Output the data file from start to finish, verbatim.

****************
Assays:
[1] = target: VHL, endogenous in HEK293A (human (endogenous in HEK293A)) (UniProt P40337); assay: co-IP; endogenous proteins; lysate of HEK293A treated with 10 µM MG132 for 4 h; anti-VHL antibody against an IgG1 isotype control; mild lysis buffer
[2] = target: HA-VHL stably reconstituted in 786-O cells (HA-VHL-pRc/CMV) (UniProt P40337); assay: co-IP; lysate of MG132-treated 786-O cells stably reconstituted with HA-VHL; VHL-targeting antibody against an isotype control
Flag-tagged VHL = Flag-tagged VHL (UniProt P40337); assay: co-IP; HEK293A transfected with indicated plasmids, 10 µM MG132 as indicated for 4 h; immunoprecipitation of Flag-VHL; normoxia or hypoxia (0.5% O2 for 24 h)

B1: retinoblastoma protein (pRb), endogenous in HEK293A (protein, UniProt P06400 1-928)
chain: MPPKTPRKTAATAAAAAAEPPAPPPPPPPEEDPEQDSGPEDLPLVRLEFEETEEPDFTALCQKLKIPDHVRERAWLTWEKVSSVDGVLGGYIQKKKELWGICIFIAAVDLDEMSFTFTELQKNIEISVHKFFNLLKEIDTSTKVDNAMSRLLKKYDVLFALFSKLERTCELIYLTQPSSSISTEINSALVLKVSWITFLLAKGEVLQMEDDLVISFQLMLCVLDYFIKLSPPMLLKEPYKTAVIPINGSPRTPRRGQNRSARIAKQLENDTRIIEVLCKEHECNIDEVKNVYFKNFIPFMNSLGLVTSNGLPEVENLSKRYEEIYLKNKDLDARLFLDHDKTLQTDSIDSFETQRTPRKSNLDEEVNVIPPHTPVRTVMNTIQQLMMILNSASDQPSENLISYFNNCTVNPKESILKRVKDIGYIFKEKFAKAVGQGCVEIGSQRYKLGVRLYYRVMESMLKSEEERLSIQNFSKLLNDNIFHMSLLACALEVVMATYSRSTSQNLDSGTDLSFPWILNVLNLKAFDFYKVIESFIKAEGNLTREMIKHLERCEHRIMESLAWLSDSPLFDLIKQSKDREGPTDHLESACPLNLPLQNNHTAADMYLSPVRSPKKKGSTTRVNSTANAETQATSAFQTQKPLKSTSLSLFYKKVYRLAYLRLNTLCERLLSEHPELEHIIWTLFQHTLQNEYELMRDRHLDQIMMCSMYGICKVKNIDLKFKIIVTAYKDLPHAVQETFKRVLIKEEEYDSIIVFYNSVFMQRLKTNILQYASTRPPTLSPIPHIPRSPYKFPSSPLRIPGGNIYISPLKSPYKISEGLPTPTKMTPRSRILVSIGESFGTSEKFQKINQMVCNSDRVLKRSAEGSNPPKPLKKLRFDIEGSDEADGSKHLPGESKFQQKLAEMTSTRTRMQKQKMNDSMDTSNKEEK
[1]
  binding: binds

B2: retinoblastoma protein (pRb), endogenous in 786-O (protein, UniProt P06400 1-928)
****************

Assays:
[1] = target: VHL, endogenous in HEK293A (human (endogenous in HEK293A)) (UniProt P40337); assay: co-IP; endogenous proteins; lysate of HEK293A treated with 10 µM MG132 for 4 h; anti-VHL antibody against an IgG1 isotype control; mild lysis buffer
[2] = target: HA-VHL stably reconstituted in 786-O cells (HA-VHL-pRc/CMV) (UniProt P40337); assay: co-IP; lysate of MG132-treated 786-O cells stably reconstituted with HA-VHL; VHL-targeting antibody against an isotype control
Flag-tagged VHL = Flag-tagged VHL (UniProt P40337); assay: co-IP; HEK293A transfected with indicated plasmids, 10 µM MG132 as indicated for 4 h; immunoprecipitation of Flag-VHL; normoxia or hypoxia (0.5% O2 for 24 h)

B1: retinoblastoma protein (pRb), endogenous in HEK293A (protein, UniProt P06400 1-928)
chain: MPPKTPRKTAATAAAAAAEPPAPPPPPPPEEDPEQDSGPEDLPLVRLEFEETEEPDFTALCQKLKIPDHVRERAWLTWEKVSSVDGVLGGYIQKKKELWGICIFIAAVDLDEMSFTFTELQKNIEISVHKFFNLLKEIDTSTKVDNAMSRLLKKYDVLFALFSKLERTCELIYLTQPSSSISTEINSALVLKVSWITFLLAKGEVLQMEDDLVISFQLMLCVLDYFIKLSPPMLLKEPYKTAVIPINGSPRTPRRGQNRSARIAKQLENDTRIIEVLCKEHECNIDEVKNVYFKNFIPFMNSLGLVTSNGLPEVENLSKRYEEIYLKNKDLDARLFLDHDKTLQTDSIDSFETQRTPRKSNLDEEVNVIPPHTPVRTVMNTIQQLMMILNSASDQPSENLISYFNNCTVNPKESILKRVKDIGYIFKEKFAKAVGQGCVEIGSQRYKLGVRLYYRVMESMLKSEEERLSIQNFSKLLNDNIFHMSLLACALEVVMATYSRSTSQNLDSGTDLSFPWILNVLNLKAFDFYKVIESFIKAEGNLTREMIKHLERCEHRIMESLAWLSDSPLFDLIKQSKDREGPTDHLESACPLNLPLQNNHTAADMYLSPVRSPKKKGSTTRVNSTANAETQATSAFQTQKPLKSTSLSLFYKKVYRLAYLRLNTLCERLLSEHPELEHIIWTLFQHTLQNEYELMRDRHLDQIMMCSMYGICKVKNIDLKFKIIVTAYKDLPHAVQETFKRVLIKEEEYDSIIVFYNSVFMQRLKTNILQYASTRPPTLSPIPHIPRSPYKFPSSPLRIPGGNIYISPLKSPYKISEGLPTPTKMTPRSRILVSIGESFGTSEKFQKINQMVCNSDRVLKRSAEGSNPPKPLKKLRFDIEGSDEADGSKHLPGESKFQQKLAEMTSTRTRMQKQKMNDSMDTSNKEEK
[1]
  binding: binds

B2: retinoblastoma protein (pRb), endogenous in 786-O (protein, UniProt P06400 1-928)